His objections begin: One, it doesn't hide your searches.
Well, that's a "No shit, Sherlock" statement, if I've ever seen one. If you're searching for "al Qaeda recruitment centers," as Schneier uses as an example, I hope you are
targeted. I think of things like TrackMeNot and Random Submitter as being for those of us who don't
have a legitimate reason for DHS to knock on our doors.
Who the hell ever said this idea was designed to hide genuinely nefarious activity? The whole premise of that angle is idiotic.
Then he says Two, it's too easy to spot. There are only 1,673 search terms in the program's dictionary.
Well, my Random Submitter word list is many times that size.
Then, he says In any case, every twelve seconds -- exactly -- the program picks a random pair of words and sends it to either AOL, Yahoo, MSN, or Google.
I run Random Submitter from a command script. Everything is randomized... How many instances launch, what search engines are used, and even the submission interval within each instance.
Then, he says Three, some of the program's searches are worse than yours.
This is true--as I pointed out above, the default TrackMeNot word list contains really idiotic words to search on. You have to sift through whatever list you'll be using, and remove crap like that.
Then, he says And four, it wastes a whole lot of bandwidth.
This may be true; I admittedly never worried too much about it.
Then, he says I suppose this kind of thing would stop someone who has a paper printout of your searches and is looking through them manually, but it's not going to hamper computer analysis very much. Or anyone who isn't lazy. But it wouldn't be hard for a computer profiling program to ignore these searches.
If you work a bit harder to randomize the submission intervals, I think this argument is quite mitigated.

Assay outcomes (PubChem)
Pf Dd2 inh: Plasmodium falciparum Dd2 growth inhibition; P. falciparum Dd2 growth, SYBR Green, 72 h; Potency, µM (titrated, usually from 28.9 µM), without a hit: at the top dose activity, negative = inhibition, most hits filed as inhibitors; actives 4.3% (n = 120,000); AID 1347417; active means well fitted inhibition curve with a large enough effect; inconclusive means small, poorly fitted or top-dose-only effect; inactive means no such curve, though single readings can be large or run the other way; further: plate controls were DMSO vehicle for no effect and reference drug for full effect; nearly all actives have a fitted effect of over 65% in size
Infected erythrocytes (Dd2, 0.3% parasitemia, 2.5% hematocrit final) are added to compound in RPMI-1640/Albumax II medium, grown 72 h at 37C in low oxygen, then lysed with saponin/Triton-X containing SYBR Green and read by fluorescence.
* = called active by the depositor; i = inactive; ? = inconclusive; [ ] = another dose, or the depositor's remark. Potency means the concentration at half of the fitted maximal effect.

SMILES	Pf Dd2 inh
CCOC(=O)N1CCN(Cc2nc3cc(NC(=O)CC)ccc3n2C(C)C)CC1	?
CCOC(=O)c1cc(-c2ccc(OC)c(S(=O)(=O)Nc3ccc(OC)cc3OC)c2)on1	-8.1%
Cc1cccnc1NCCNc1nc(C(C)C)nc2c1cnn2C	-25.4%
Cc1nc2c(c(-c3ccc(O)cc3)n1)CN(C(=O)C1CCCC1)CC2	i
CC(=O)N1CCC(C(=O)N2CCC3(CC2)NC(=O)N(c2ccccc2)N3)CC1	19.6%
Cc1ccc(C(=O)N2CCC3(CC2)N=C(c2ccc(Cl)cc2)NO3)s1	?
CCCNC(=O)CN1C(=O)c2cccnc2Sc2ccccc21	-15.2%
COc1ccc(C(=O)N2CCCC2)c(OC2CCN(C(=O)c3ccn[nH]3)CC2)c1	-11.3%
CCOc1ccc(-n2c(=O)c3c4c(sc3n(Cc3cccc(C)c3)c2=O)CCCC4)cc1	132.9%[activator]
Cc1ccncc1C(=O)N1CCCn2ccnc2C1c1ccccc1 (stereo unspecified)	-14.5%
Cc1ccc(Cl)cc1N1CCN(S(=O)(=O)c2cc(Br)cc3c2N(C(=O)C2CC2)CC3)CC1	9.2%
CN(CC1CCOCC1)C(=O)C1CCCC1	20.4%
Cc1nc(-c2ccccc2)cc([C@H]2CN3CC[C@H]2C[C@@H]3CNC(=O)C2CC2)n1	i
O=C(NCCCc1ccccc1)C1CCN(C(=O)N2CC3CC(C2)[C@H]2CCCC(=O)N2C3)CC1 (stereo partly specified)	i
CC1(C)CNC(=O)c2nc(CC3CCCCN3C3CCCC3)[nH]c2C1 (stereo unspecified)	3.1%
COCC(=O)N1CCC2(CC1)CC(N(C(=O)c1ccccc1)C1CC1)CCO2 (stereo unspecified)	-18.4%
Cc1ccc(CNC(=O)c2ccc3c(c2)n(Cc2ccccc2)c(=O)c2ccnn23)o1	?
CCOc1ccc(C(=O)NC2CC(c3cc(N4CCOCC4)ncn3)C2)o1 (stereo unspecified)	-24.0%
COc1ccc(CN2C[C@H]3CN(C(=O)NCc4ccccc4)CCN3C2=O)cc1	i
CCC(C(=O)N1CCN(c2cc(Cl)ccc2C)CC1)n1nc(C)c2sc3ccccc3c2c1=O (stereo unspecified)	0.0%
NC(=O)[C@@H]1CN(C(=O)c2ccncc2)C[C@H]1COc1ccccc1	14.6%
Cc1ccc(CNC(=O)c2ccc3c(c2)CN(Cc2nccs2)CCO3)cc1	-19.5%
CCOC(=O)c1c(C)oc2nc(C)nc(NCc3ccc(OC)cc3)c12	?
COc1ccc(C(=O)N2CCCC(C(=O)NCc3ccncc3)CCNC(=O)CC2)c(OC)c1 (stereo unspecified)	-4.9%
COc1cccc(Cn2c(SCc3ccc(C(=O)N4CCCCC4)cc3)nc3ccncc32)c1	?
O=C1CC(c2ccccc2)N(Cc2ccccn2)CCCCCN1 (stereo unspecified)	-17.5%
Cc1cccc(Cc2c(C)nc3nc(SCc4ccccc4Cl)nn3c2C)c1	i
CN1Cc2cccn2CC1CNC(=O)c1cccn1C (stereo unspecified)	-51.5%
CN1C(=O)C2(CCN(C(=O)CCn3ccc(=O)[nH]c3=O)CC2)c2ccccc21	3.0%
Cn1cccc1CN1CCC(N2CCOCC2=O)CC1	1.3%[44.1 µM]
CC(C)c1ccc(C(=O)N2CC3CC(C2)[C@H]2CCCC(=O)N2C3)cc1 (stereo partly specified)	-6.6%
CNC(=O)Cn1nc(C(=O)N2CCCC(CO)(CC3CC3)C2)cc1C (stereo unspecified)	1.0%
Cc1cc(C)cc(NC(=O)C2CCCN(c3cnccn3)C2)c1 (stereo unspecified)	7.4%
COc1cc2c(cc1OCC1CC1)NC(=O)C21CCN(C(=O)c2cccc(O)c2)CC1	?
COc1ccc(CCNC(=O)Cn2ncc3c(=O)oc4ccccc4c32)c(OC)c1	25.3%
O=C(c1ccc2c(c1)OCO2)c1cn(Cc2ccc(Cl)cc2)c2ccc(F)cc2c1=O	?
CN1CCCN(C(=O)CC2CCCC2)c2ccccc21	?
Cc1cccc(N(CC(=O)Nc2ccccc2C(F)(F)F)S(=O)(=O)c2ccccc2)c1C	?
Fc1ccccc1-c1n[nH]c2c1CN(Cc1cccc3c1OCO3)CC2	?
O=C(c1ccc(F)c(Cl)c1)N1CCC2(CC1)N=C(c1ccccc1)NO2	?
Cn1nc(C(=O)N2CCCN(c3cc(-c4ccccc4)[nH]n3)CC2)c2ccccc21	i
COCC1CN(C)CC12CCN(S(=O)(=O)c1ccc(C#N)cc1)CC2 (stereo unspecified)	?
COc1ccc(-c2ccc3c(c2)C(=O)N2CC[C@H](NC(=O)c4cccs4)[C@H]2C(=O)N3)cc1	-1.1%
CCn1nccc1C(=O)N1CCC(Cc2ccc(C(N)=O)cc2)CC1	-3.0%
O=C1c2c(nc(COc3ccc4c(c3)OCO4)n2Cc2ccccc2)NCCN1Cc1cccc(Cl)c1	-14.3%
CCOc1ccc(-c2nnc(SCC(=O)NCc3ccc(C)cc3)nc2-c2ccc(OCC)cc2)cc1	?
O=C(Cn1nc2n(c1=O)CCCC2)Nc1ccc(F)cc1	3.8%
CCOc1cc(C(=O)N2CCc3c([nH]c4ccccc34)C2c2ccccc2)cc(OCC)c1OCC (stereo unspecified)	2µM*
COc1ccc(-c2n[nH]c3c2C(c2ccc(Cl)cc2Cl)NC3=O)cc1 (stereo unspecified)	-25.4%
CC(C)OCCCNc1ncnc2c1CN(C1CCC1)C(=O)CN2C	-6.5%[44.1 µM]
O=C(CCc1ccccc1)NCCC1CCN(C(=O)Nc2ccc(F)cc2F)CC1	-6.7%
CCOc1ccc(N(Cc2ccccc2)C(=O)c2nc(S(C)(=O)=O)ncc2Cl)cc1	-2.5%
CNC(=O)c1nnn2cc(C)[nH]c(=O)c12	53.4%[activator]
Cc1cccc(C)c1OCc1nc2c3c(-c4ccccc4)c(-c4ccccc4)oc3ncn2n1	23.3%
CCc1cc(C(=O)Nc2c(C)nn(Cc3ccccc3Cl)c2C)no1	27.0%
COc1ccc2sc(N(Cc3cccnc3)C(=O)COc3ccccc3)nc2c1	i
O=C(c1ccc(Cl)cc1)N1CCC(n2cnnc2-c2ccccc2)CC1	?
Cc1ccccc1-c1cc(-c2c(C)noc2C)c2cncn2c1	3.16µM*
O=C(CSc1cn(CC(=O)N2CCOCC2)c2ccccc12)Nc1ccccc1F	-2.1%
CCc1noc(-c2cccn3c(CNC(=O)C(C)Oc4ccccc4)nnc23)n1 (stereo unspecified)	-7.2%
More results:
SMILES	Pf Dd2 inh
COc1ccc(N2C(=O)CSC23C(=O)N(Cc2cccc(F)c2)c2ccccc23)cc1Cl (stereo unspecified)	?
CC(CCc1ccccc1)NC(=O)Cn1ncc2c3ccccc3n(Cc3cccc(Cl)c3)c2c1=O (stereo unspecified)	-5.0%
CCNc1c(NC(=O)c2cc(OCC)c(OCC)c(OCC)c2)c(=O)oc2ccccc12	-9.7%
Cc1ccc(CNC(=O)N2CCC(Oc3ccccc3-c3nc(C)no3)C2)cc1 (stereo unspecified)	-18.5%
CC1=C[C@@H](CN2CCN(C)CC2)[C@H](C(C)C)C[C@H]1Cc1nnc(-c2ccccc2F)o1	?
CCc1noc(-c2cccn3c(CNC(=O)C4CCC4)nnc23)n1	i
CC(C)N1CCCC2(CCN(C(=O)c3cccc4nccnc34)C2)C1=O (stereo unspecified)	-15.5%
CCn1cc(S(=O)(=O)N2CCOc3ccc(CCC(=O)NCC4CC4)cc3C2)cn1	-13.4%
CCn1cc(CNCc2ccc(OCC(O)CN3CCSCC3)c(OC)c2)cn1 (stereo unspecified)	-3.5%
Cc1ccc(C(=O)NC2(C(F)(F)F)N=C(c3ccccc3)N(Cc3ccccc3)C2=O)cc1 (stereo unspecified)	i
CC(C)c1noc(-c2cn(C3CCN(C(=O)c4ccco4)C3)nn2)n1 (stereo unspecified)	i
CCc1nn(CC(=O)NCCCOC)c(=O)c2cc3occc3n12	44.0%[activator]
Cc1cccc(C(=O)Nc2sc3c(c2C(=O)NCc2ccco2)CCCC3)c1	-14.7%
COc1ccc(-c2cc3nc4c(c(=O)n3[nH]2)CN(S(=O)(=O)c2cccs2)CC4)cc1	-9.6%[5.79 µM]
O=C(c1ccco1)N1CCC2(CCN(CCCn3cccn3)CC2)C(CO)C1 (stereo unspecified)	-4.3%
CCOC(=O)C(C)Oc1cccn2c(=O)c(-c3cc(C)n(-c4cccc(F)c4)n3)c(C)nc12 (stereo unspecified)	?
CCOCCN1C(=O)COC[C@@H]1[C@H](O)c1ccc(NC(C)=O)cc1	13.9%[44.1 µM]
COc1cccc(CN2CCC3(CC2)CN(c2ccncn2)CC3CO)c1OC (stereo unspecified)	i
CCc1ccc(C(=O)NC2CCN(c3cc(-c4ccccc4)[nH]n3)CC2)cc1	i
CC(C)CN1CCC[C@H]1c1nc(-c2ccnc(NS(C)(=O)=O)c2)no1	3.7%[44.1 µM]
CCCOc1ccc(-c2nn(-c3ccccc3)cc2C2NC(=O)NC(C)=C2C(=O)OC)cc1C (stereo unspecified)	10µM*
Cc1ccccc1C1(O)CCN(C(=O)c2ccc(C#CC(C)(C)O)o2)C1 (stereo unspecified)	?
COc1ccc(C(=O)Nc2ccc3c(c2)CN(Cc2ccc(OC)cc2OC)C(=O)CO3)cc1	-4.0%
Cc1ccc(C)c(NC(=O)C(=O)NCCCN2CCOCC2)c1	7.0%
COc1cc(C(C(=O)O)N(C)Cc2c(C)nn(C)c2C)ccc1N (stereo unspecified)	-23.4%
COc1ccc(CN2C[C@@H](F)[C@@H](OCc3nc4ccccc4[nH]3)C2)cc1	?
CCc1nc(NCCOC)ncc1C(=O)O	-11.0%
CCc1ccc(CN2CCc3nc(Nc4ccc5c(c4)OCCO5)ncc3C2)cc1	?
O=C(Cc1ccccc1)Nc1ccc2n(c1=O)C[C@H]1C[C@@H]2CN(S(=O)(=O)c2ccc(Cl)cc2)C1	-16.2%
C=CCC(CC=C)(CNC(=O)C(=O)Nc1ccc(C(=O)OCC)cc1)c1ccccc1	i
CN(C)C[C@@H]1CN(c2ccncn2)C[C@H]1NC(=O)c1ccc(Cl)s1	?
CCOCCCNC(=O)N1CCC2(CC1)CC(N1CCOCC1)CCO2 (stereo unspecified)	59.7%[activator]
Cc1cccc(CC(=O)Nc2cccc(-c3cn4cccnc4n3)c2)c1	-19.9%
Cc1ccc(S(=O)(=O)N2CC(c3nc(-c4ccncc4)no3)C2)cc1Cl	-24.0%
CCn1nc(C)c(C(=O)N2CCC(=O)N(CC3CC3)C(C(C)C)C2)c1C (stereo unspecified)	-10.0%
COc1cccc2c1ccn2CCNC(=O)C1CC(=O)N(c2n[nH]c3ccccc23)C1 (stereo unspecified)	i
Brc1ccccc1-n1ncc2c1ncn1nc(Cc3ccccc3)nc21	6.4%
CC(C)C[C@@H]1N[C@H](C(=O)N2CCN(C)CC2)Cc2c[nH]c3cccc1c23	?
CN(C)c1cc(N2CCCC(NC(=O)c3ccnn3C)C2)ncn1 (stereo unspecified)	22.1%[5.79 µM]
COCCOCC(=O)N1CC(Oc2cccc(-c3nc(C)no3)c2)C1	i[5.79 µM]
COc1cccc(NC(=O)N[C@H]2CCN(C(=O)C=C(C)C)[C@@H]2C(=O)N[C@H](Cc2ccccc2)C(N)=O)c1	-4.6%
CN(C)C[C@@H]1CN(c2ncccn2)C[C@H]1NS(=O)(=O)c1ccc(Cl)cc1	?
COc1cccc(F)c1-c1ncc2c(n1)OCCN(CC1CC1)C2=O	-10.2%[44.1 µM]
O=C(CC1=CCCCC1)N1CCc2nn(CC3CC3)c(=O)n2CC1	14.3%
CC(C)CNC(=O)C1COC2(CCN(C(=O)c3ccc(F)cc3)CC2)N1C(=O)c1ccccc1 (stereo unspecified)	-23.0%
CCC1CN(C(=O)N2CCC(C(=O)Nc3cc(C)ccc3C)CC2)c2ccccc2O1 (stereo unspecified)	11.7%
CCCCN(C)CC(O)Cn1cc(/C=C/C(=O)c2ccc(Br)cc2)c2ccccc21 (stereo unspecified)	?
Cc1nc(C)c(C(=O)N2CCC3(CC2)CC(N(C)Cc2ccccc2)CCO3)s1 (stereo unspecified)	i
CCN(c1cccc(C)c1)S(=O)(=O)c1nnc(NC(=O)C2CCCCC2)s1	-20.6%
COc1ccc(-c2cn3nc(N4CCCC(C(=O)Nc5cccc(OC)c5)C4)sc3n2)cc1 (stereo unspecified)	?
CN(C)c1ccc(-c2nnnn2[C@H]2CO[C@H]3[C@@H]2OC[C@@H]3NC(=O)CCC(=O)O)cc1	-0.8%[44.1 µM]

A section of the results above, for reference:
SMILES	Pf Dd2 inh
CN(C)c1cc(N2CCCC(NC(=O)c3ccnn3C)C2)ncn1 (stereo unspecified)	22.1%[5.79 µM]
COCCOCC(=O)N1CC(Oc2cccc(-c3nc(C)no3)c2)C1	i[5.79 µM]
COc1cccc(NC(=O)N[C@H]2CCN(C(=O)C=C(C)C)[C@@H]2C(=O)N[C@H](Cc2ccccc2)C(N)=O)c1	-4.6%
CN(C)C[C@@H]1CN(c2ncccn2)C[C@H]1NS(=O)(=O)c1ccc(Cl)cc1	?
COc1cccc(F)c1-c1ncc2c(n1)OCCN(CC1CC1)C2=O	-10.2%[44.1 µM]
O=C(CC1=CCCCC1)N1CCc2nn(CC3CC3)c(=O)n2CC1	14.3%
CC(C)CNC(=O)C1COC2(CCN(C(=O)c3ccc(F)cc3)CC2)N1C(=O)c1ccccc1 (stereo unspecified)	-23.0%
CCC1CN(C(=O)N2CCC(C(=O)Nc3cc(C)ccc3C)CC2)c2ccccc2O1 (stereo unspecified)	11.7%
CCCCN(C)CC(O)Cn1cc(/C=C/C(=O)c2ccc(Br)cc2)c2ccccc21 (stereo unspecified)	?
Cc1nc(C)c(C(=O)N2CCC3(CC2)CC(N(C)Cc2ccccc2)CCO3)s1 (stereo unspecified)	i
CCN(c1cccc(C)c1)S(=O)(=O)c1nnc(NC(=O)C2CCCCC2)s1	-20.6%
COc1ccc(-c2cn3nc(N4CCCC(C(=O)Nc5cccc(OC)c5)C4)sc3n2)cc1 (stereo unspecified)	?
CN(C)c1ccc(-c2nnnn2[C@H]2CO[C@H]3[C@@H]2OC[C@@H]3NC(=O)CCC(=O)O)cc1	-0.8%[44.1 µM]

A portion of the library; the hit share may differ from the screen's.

He quotes another self-appointed security god, who says:
Imagine a cop pulls you over for speeding. As he approaches, you realize you left your wallet at home. Without your driver's license, you could be in a lot of trouble. When he approaches, you roll down your window and shout. "Hello Officer! I don't have insurance on this vehicle! This car is stolen! I have weed in my glovebox! I don't have my driver's license! I just hit an old lady minutes ago! I've been running stop lights all morning! I have a dead body in my trunk! This car doesn't pass the emissions tests! I'm not allowed to drive because I am under house arrest! My gas tank runs on the blood of children!" You stop to catch a breath, confident you have supplied so much information to the cop that you can't possibly be caught for not having your license now.
This argument relies on the search queries containing incriminating terms--but as I mentioned, you need to remove words like "mailbombs", "assassinate", and "rape" from your word list.
His suggested improvements are good, though:
If I were going to improve on this idea, I would make the plugin watch the user's search patterns. I would make it send queries only to the search engines the user does, only when he is actually online doing things. I would randomize the timing. And I would make it monitor the web pages the user looks at, and send queries based on keywords it finds on those pages. And I would make it send queries in the form the user tends to use, whether it be single words, pairs of words, or whatever.
Random Submitter already allows you to do some of these things.
He suggests using something like BlackBoxSearch.com
instead. But ... who runs that web site? Why should I trust them
? Is it actually run by the DHS? Do they log queries (regardless of whether they admit it or not)? Could they not have a massive data leak? Could their logs be subpoenaed or lost?
The bottom line, for me, is that if you take a bit of time to make it work, you can
bury your real searches.